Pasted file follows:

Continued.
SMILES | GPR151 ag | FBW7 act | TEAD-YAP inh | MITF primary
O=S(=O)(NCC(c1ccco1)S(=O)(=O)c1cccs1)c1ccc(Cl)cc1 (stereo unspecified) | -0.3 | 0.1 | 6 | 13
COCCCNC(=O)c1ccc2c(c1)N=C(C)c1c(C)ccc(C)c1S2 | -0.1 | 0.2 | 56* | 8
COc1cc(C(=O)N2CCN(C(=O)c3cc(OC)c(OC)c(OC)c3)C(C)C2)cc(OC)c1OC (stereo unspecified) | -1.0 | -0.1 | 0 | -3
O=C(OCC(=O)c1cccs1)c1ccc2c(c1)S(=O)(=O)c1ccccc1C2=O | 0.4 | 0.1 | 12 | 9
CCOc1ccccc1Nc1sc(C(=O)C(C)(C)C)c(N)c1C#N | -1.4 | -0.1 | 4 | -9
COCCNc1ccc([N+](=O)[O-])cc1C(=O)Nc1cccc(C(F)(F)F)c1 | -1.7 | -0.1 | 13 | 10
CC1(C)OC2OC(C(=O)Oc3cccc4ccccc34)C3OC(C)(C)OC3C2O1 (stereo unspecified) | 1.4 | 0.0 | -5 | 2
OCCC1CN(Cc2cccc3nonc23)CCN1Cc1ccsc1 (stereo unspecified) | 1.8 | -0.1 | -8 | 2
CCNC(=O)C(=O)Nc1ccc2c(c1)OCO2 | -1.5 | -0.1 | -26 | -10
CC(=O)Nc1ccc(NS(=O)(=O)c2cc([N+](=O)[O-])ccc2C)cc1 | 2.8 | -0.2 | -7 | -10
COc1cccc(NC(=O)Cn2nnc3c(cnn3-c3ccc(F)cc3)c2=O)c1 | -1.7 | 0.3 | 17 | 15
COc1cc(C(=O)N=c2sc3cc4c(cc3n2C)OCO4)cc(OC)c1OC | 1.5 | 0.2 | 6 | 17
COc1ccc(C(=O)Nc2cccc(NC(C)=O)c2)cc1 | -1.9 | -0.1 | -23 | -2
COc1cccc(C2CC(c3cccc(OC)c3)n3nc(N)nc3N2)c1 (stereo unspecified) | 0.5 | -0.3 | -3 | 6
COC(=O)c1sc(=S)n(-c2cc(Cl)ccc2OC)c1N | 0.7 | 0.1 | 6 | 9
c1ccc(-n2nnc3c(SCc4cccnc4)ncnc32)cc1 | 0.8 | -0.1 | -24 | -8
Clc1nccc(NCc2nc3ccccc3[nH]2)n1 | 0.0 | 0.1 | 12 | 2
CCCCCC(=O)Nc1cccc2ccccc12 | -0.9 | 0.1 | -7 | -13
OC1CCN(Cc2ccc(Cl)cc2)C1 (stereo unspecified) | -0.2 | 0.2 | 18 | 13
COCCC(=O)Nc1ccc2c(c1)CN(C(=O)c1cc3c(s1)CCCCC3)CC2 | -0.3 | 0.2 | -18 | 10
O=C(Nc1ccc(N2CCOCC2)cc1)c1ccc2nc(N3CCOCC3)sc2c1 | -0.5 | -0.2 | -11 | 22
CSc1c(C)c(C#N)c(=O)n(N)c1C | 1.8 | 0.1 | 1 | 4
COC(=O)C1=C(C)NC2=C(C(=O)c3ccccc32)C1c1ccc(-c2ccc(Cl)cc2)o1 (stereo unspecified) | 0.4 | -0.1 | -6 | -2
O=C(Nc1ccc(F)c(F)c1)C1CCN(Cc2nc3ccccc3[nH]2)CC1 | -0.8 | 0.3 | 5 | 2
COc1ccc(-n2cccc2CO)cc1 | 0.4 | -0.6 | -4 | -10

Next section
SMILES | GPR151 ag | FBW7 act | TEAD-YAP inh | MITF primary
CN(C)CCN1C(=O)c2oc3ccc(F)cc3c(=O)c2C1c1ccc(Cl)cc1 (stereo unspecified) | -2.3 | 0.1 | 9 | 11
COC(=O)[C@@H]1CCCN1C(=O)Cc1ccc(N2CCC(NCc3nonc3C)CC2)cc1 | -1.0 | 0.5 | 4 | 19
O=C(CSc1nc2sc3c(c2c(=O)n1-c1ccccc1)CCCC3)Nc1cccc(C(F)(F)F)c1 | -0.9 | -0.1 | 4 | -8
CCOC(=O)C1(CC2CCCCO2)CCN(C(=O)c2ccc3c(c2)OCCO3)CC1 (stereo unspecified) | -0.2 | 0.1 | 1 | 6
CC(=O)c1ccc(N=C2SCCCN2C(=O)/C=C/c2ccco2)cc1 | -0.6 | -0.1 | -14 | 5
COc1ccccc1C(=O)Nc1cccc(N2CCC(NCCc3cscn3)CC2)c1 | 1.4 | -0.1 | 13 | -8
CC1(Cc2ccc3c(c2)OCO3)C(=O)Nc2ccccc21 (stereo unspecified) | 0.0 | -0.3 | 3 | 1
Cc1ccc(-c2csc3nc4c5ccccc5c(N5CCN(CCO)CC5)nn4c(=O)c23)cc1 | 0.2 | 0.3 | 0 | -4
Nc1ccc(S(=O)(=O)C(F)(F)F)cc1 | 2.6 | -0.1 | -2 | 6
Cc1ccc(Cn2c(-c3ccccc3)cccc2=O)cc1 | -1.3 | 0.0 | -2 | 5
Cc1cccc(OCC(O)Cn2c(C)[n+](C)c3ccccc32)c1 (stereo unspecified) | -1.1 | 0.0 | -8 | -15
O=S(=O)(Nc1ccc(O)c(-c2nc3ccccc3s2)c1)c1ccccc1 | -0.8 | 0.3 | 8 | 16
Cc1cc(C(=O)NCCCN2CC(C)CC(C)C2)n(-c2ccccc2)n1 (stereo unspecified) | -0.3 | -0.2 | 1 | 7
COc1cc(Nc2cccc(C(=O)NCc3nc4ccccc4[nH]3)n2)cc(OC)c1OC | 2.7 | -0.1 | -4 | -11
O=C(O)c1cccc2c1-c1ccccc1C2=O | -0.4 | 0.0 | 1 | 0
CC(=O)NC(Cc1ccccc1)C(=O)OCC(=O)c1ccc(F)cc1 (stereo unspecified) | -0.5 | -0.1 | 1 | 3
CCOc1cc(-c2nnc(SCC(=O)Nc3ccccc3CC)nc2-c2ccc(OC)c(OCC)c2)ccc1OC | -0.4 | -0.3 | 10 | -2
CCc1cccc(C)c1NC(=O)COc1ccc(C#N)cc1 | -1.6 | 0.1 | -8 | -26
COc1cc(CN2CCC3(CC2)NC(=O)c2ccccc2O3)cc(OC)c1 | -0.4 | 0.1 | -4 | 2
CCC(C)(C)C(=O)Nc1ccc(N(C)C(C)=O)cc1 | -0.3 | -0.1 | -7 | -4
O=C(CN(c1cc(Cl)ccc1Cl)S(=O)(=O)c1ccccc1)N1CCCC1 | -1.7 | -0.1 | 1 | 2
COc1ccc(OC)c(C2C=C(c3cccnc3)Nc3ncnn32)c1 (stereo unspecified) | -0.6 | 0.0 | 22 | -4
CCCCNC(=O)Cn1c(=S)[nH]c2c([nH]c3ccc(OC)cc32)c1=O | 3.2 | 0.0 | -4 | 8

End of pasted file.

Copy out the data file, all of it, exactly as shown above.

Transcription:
Continued.
SMILES | GPR151 ag | FBW7 act | TEAD-YAP inh | MITF primary
O=S(=O)(NCC(c1ccco1)S(=O)(=O)c1cccs1)c1ccc(Cl)cc1 (stereo unspecified) | -0.3 | 0.1 | 6 | 13
COCCCNC(=O)c1ccc2c(c1)N=C(C)c1c(C)ccc(C)c1S2 | -0.1 | 0.2 | 56* | 8
COc1cc(C(=O)N2CCN(C(=O)c3cc(OC)c(OC)c(OC)c3)C(C)C2)cc(OC)c1OC (stereo unspecified) | -1.0 | -0.1 | 0 | -3
O=C(OCC(=O)c1cccs1)c1ccc2c(c1)S(=O)(=O)c1ccccc1C2=O | 0.4 | 0.1 | 12 | 9
CCOc1ccccc1Nc1sc(C(=O)C(C)(C)C)c(N)c1C#N | -1.4 | -0.1 | 4 | -9
COCCNc1ccc([N+](=O)[O-])cc1C(=O)Nc1cccc(C(F)(F)F)c1 | -1.7 | -0.1 | 13 | 10
CC1(C)OC2OC(C(=O)Oc3cccc4ccccc34)C3OC(C)(C)OC3C2O1 (stereo unspecified) | 1.4 | 0.0 | -5 | 2
OCCC1CN(Cc2cccc3nonc23)CCN1Cc1ccsc1 (stereo unspecified) | 1.8 | -0.1 | -8 | 2
CCNC(=O)C(=O)Nc1ccc2c(c1)OCO2 | -1.5 | -0.1 | -26 | -10
CC(=O)Nc1ccc(NS(=O)(=O)c2cc([N+](=O)[O-])ccc2C)cc1 | 2.8 | -0.2 | -7 | -10
COc1cccc(NC(=O)Cn2nnc3c(cnn3-c3ccc(F)cc3)c2=O)c1 | -1.7 | 0.3 | 17 | 15
COc1cc(C(=O)N=c2sc3cc4c(cc3n2C)OCO4)cc(OC)c1OC | 1.5 | 0.2 | 6 | 17
COc1ccc(C(=O)Nc2cccc(NC(C)=O)c2)cc1 | -1.9 | -0.1 | -23 | -2
COc1cccc(C2CC(c3cccc(OC)c3)n3nc(N)nc3N2)c1 (stereo unspecified) | 0.5 | -0.3 | -3 | 6
COC(=O)c1sc(=S)n(-c2cc(Cl)ccc2OC)c1N | 0.7 | 0.1 | 6 | 9
c1ccc(-n2nnc3c(SCc4cccnc4)ncnc32)cc1 | 0.8 | -0.1 | -24 | -8
Clc1nccc(NCc2nc3ccccc3[nH]2)n1 | 0.0 | 0.1 | 12 | 2
CCCCCC(=O)Nc1cccc2ccccc12 | -0.9 | 0.1 | -7 | -13
OC1CCN(Cc2ccc(Cl)cc2)C1 (stereo unspecified) | -0.2 | 0.2 | 18 | 13
COCCC(=O)Nc1ccc2c(c1)CN(C(=O)c1cc3c(s1)CCCCC3)CC2 | -0.3 | 0.2 | -18 | 10
O=C(Nc1ccc(N2CCOCC2)cc1)c1ccc2nc(N3CCOCC3)sc2c1 | -0.5 | -0.2 | -11 | 22
CSc1c(C)c(C#N)c(=O)n(N)c1C | 1.8 | 0.1 | 1 | 4
COC(=O)C1=C(C)NC2=C(C(=O)c3ccccc32)C1c1ccc(-c2ccc(Cl)cc2)o1 (stereo unspecified) | 0.4 | -0.1 | -6 | -2
O=C(Nc1ccc(F)c(F)c1)C1CCN(Cc2nc3ccccc3[nH]2)CC1 | -0.8 | 0.3 | 5 | 2
COc1ccc(-n2cccc2CO)cc1 | 0.4 | -0.6 | -4 | -10

Next section
SMILES | GPR151 ag | FBW7 act | TEAD-YAP inh | MITF primary
CN(C)CCN1C(=O)c2oc3ccc(F)cc3c(=O)c2C1c1ccc(Cl)cc1 (stereo unspecified) | -2.3 | 0.1 | 9 | 11
COC(=O)[C@@H]1CCCN1C(=O)Cc1ccc(N2CCC(NCc3nonc3C)CC2)cc1 | -1.0 | 0.5 | 4 | 19
O=C(CSc1nc2sc3c(c2c(=O)n1-c1ccccc1)CCCC3)Nc1cccc(C(F)(F)F)c1 | -0.9 | -0.1 | 4 | -8
CCOC(=O)C1(CC2CCCCO2)CCN(C(=O)c2ccc3c(c2)OCCO3)CC1 (stereo unspecified) | -0.2 | 0.1 | 1 | 6
CC(=O)c1ccc(N=C2SCCCN2C(=O)/C=C/c2ccco2)cc1 | -0.6 | -0.1 | -14 | 5
COc1ccccc1C(=O)Nc1cccc(N2CCC(NCCc3cscn3)CC2)c1 | 1.4 | -0.1 | 13 | -8
CC1(Cc2ccc3c(c2)OCO3)C(=O)Nc2ccccc21 (stereo unspecified) | 0.0 | -0.3 | 3 | 1
Cc1ccc(-c2csc3nc4c5ccccc5c(N5CCN(CCO)CC5)nn4c(=O)c23)cc1 | 0.2 | 0.3 | 0 | -4
Nc1ccc(S(=O)(=O)C(F)(F)F)cc1 | 2.6 | -0.1 | -2 | 6
Cc1ccc(Cn2c(-c3ccccc3)cccc2=O)cc1 | -1.3 | 0.0 | -2 | 5
Cc1cccc(OCC(O)Cn2c(C)[n+](C)c3ccccc32)c1 (stereo unspecified) | -1.1 | 0.0 | -8 | -15
O=S(=O)(Nc1ccc(O)c(-c2nc3ccccc3s2)c1)c1ccccc1 | -0.8 | 0.3 | 8 | 16
Cc1cc(C(=O)NCCCN2CC(C)CC(C)C2)n(-c2ccccc2)n1 (stereo unspecified) | -0.3 | -0.2 | 1 | 7
COc1cc(Nc2cccc(C(=O)NCc3nc4ccccc4[nH]3)n2)cc(OC)c1OC | 2.7 | -0.1 | -4 | -11
O=C(O)c1cccc2c1-c1ccccc1C2=O | -0.4 | 0.0 | 1 | 0
CC(=O)NC(Cc1ccccc1)C(=O)OCC(=O)c1ccc(F)cc1 (stereo unspecified) | -0.5 | -0.1 | 1 | 3
CCOc1cc(-c2nnc(SCC(=O)Nc3ccccc3CC)nc2-c2ccc(OC)c(OCC)c2)ccc1OC | -0.4 | -0.3 | 10 | -2
CCc1cccc(C)c1NC(=O)COc1ccc(C#N)cc1 | -1.6 | 0.1 | -8 | -26
COc1cc(CN2CCC3(CC2)NC(=O)c2ccccc2O3)cc(OC)c1 | -0.4 | 0.1 | -4 | 2
CCC(C)(C)C(=O)Nc1ccc(N(C)C(C)=O)cc1 | -0.3 | -0.1 | -7 | -4
O=C(CN(c1cc(Cl)ccc1Cl)S(=O)(=O)c1ccccc1)N1CCCC1 | -1.7 | -0.1 | 1 | 2
COc1ccc(OC)c(C2C=C(c3cccnc3)Nc3ncnn32)c1 (stereo unspecified) | -0.6 | 0.0 | 22 | -4
CCCCNC(=O)Cn1c(=S)[nH]c2c([nH]c3ccc(OC)cc32)c1=O | 3.2 | 0.0 | -4 | 8